GMAT Question of the Day - Daily to your Mailbox; hard ones only

It is currently 21 Sep 2018, 18:36

Close

GMAT Club Daily Prep

Thank you for using the timer - this advanced tool can estimate your performance and suggest more practice questions. We have subscribed you to Daily Prep Questions via email.

Customized
for You

we will pick new questions that match your level based on your Timer History

Track
Your Progress

every week, we’ll send you an estimated GMAT score based on your performance

Practice
Pays

we will pick new questions that match your level based on your Timer History

Not interested in getting valuable practice questions and articles delivered to your email? No problem, unsubscribe here.

Close

Request Expert Reply

Confirm Cancel

Is n the square of an integer? (1) n is the square root of an integer

  new topic post reply Question banks Downloads My Bookmarks Reviews Important topics  
Author Message
TAGS:

Hide Tags

Math Expert
User avatar
V
Joined: 02 Sep 2009
Posts: 49300
Is n the square of an integer? (1) n is the square root of an integer  [#permalink]

Show Tags

New post 01 Jul 2018, 21:47
1
6
00:00
A
B
C
D
E

Difficulty:

  95% (hard)

Question Stats:

20% (01:56) correct 80% (01:28) wrong based on 93 sessions

HideShow timer Statistics

examPAL Representative
User avatar
G
Joined: 07 Dec 2017
Posts: 597
Is n the square of an integer? (1) n is the square root of an integer  [#permalink]

Show Tags

New post Updated on: 02 Jul 2018, 00:13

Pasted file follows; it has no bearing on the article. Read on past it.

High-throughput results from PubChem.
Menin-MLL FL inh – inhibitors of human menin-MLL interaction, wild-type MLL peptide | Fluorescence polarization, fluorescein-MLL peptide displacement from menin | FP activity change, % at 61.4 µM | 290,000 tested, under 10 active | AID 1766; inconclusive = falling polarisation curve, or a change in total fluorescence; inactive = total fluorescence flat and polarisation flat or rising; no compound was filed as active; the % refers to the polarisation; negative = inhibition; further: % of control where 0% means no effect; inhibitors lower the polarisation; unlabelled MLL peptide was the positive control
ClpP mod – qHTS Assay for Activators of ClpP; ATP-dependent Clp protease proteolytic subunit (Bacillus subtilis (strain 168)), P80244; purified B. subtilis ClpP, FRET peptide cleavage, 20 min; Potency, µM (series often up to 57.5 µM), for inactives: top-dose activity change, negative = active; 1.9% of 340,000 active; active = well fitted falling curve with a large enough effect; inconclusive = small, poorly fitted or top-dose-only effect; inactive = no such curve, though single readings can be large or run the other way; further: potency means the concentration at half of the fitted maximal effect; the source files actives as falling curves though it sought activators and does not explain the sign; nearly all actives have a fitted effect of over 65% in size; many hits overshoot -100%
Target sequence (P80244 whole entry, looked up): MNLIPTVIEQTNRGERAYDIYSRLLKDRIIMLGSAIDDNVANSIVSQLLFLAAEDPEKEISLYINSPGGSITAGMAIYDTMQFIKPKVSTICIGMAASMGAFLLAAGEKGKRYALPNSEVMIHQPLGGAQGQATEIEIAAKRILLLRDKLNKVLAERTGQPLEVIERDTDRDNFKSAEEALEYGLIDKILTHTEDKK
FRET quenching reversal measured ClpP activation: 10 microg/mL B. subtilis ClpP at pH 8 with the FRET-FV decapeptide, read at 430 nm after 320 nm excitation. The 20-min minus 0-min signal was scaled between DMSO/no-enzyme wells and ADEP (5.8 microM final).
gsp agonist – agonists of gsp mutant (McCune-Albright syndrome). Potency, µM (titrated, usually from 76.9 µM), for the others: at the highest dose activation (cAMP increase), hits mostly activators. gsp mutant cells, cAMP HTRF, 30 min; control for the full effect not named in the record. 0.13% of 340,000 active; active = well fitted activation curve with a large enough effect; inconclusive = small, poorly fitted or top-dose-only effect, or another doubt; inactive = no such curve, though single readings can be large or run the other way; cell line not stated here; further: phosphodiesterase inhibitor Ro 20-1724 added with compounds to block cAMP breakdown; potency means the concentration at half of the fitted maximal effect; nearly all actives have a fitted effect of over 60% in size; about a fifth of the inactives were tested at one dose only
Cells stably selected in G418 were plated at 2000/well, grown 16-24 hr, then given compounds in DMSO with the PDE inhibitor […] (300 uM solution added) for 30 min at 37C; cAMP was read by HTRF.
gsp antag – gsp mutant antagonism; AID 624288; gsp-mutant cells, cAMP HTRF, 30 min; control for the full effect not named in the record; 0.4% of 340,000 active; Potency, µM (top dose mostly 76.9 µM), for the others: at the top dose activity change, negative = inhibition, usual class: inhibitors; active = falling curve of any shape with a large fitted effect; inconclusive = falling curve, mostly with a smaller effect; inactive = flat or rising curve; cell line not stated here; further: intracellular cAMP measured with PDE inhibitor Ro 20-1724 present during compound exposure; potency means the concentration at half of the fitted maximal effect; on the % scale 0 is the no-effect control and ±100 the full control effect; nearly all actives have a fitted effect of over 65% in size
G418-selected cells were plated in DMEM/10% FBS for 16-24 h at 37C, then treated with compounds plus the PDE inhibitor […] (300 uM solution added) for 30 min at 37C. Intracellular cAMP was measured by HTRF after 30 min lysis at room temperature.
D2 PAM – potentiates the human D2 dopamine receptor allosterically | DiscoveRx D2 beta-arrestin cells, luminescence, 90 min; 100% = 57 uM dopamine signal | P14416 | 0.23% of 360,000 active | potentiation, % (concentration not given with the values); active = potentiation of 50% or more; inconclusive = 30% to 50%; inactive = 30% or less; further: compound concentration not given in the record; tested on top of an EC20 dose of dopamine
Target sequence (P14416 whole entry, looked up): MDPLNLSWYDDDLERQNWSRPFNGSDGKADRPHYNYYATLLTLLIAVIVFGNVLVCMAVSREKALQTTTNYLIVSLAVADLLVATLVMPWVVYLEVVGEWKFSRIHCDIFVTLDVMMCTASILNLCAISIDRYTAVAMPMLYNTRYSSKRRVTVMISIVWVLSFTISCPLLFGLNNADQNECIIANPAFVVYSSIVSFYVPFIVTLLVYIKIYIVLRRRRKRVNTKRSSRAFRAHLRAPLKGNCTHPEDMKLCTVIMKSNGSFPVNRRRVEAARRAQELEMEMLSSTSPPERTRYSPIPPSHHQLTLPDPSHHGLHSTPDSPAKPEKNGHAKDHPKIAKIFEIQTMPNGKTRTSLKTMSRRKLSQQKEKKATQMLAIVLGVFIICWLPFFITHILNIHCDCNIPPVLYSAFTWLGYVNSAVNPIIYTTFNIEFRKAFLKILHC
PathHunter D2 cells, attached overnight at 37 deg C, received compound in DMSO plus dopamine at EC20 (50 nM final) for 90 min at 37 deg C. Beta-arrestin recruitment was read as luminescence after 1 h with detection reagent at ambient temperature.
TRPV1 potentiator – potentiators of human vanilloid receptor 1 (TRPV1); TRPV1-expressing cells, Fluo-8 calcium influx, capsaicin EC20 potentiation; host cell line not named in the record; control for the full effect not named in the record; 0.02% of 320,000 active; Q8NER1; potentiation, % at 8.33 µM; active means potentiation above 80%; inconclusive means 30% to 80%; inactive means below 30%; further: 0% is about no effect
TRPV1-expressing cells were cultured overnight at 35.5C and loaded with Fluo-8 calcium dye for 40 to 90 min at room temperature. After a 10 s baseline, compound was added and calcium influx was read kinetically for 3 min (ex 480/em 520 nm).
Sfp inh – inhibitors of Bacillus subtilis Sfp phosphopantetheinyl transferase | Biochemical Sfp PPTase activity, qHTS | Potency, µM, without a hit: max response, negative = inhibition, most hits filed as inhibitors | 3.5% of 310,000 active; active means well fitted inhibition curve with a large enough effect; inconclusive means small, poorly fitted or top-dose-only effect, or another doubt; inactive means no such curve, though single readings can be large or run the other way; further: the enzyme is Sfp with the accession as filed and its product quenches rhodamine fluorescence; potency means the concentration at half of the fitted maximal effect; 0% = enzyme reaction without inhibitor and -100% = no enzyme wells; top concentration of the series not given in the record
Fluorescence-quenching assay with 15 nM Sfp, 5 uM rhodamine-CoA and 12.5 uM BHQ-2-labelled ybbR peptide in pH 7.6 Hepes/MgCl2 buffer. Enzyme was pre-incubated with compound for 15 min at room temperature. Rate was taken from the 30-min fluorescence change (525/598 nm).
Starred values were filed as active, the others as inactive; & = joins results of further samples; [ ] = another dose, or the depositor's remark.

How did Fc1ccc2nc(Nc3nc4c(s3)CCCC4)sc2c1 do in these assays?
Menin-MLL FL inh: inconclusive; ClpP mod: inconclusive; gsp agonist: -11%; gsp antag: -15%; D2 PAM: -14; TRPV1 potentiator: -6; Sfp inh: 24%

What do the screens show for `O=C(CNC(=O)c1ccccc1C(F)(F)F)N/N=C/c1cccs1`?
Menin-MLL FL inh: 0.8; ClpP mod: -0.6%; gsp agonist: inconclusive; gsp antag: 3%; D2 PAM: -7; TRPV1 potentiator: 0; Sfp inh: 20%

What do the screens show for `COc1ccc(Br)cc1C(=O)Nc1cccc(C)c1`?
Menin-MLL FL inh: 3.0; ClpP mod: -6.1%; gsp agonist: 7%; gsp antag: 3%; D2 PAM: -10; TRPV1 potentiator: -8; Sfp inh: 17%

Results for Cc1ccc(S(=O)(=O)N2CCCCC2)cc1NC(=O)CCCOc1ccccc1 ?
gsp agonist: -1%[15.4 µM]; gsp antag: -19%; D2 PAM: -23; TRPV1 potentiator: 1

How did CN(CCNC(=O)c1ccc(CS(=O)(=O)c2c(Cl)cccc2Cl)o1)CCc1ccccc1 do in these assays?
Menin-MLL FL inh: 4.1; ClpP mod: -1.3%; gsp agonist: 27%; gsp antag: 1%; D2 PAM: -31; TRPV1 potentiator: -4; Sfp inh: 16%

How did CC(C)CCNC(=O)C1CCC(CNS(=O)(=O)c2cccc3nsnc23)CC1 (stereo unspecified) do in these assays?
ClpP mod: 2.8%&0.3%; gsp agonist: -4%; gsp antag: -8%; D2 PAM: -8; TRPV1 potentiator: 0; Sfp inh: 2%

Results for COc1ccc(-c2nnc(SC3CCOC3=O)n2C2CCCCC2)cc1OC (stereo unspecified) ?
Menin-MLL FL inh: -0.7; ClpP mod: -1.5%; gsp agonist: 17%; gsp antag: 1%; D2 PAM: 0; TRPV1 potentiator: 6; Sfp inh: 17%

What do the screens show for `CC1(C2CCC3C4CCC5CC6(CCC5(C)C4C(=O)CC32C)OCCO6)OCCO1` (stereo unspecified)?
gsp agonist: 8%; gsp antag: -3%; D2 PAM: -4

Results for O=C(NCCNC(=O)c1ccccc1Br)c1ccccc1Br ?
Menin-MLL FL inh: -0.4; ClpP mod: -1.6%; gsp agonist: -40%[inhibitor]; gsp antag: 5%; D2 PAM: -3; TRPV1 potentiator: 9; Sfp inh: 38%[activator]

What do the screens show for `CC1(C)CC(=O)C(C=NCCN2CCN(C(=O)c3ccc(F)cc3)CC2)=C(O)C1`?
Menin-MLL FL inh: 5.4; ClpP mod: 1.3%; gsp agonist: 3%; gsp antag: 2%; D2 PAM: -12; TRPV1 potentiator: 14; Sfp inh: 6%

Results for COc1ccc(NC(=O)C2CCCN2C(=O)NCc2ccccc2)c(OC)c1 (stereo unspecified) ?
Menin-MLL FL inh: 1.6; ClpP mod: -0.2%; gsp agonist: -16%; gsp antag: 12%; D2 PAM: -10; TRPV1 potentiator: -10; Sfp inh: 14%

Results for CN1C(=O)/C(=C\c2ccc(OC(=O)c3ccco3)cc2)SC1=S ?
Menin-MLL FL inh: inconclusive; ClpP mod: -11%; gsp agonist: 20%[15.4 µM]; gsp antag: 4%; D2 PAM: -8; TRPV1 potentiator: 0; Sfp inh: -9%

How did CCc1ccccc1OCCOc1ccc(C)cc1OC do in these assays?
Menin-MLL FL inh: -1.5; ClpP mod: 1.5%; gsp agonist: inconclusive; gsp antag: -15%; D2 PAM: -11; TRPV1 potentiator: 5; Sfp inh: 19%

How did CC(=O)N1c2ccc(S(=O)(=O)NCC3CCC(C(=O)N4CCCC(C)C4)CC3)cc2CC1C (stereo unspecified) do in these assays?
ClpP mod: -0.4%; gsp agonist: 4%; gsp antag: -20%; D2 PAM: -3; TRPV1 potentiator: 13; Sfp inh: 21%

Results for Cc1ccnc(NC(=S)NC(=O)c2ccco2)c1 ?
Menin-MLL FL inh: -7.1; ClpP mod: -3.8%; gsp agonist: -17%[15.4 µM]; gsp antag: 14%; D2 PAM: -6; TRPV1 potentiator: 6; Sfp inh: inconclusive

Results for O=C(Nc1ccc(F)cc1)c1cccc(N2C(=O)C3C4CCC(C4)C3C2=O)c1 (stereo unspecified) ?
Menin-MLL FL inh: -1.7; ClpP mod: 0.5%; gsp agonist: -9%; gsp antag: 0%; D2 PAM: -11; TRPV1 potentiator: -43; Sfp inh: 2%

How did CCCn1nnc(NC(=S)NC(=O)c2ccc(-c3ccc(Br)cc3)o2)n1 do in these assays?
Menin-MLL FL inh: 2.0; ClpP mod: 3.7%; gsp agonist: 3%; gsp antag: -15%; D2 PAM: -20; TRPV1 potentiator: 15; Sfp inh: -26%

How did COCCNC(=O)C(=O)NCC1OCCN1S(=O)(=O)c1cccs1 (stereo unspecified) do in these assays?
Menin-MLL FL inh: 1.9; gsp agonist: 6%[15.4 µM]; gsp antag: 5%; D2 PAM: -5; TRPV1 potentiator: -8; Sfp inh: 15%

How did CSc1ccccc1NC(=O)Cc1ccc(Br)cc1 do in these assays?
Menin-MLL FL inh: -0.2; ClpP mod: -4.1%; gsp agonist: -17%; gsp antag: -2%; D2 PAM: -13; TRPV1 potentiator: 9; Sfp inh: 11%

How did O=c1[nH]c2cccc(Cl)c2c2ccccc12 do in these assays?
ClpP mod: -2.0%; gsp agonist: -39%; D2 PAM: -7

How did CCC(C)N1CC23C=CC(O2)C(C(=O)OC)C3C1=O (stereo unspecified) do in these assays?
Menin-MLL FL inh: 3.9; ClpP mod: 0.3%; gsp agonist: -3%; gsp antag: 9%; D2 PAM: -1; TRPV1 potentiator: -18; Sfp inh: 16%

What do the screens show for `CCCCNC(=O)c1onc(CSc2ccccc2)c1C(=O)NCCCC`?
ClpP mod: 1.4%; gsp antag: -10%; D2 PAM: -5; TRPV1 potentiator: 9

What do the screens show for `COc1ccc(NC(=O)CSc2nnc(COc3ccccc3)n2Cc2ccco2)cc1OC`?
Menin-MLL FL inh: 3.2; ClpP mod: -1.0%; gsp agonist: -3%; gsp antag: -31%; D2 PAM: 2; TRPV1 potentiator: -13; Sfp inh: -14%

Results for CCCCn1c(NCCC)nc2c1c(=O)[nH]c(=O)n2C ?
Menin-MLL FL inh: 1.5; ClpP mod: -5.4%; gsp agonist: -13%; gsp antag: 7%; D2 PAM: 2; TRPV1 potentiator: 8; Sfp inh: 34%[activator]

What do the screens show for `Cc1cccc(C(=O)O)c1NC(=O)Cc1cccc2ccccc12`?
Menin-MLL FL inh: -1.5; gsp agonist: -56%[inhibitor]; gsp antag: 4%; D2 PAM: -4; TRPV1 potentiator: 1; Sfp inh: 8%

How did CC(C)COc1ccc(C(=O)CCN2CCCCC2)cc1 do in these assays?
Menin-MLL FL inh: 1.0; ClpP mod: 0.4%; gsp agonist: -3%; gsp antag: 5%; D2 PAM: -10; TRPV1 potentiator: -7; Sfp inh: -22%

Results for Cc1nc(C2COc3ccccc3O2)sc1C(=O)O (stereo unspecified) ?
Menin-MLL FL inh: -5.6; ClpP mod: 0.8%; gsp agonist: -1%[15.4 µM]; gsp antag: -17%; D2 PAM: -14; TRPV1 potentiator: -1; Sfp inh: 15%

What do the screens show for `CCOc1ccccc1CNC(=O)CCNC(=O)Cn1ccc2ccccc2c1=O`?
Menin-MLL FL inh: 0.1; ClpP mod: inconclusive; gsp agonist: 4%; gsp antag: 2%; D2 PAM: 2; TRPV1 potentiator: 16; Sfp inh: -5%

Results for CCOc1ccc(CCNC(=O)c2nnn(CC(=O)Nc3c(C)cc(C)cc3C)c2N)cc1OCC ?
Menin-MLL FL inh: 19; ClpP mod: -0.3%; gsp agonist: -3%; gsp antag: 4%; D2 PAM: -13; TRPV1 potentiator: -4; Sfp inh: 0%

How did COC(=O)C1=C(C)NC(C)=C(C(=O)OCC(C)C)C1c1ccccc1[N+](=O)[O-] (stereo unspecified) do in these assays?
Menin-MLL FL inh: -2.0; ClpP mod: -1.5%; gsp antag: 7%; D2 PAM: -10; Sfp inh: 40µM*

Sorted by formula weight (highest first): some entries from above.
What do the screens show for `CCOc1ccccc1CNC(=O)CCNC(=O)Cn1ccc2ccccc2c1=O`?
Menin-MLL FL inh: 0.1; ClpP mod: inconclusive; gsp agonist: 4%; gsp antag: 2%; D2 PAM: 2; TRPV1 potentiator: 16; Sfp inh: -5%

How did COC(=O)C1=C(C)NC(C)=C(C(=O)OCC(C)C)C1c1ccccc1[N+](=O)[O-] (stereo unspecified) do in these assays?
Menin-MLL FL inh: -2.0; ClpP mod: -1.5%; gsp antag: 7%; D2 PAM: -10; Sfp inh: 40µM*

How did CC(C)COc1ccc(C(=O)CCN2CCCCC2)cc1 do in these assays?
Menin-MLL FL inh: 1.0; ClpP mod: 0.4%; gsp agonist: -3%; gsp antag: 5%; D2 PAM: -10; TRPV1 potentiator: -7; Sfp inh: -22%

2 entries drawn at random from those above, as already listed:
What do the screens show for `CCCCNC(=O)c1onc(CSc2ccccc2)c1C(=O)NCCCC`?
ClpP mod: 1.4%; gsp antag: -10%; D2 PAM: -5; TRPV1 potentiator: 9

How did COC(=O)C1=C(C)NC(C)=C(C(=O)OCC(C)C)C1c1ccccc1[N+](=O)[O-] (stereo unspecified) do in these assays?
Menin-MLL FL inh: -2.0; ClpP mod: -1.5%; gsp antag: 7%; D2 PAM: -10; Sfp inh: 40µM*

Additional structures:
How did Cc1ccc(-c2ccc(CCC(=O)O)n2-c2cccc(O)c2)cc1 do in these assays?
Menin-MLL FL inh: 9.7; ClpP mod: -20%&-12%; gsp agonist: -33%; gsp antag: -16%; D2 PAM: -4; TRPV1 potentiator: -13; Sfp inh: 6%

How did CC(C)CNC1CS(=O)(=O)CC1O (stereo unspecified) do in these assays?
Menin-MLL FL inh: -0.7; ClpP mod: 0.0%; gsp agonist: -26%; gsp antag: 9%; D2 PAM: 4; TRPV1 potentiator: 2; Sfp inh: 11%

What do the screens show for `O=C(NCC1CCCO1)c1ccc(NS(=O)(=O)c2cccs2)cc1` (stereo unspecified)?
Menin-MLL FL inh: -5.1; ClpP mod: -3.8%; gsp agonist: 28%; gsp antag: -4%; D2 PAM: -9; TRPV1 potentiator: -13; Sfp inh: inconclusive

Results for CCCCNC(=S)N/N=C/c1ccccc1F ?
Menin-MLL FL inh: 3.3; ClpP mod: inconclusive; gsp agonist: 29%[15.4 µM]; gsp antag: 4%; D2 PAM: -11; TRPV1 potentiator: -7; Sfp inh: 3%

1
1
Bunuel wrote:
Is n the square of an integer?

(1) n is the square root of an integer
(2) \(\sqrt{9n}\) is square of an integer


Questions dealing with number properties can often be solved with very little calculations, using logic only.
We'll look for such a solution, a logical approach.

(1) Every positive integer is the square root of another integer (i.e x is the sqrt of x^2). But this doesn't mean that it also has to be the square of an integer!
Insufficient

(2) So \(\sqrt{9n}=3\sqrt{n}\) is the square of an integer meaning that \(\sqrt{n}\) can be written as k/3 for some integer k. That means that n = k^2/9 for some integer k. This is an integer only if k is divisible by 3, which it does not have to be.
Insufficient.

Combined:
So from (1) we know that n^2 must be an integer, and from (2) we know that n = k^2/9 for some integer k.
Combining, if n=k^2/9 then n^2 = k^4/81. Since this must be an integer then k^4 is divisible by 81 so k^2 is divisible by 9 and k is divisible by 3. Therefore n must be an integer.

(C) is our answer.
_________________

Image
Image
Sign up for 7-day free trial

Watch free GMAT tutorials in Math, Verbal, IR, and AWA.

GMAT test takers: Watch now the GMAC interview with the people who write the GMAT test!
We discussed the chances of improving a GMAT score; how important the first questions on the test are; what to do if you don’t have enough time to complete a whole section; and more.

You can watch all the action from the interview here.


Originally posted by DavidTutorexamPAL on 01 Jul 2018, 22:38.
Last edited by DavidTutorexamPAL on 02 Jul 2018, 00:13, edited 1 time in total.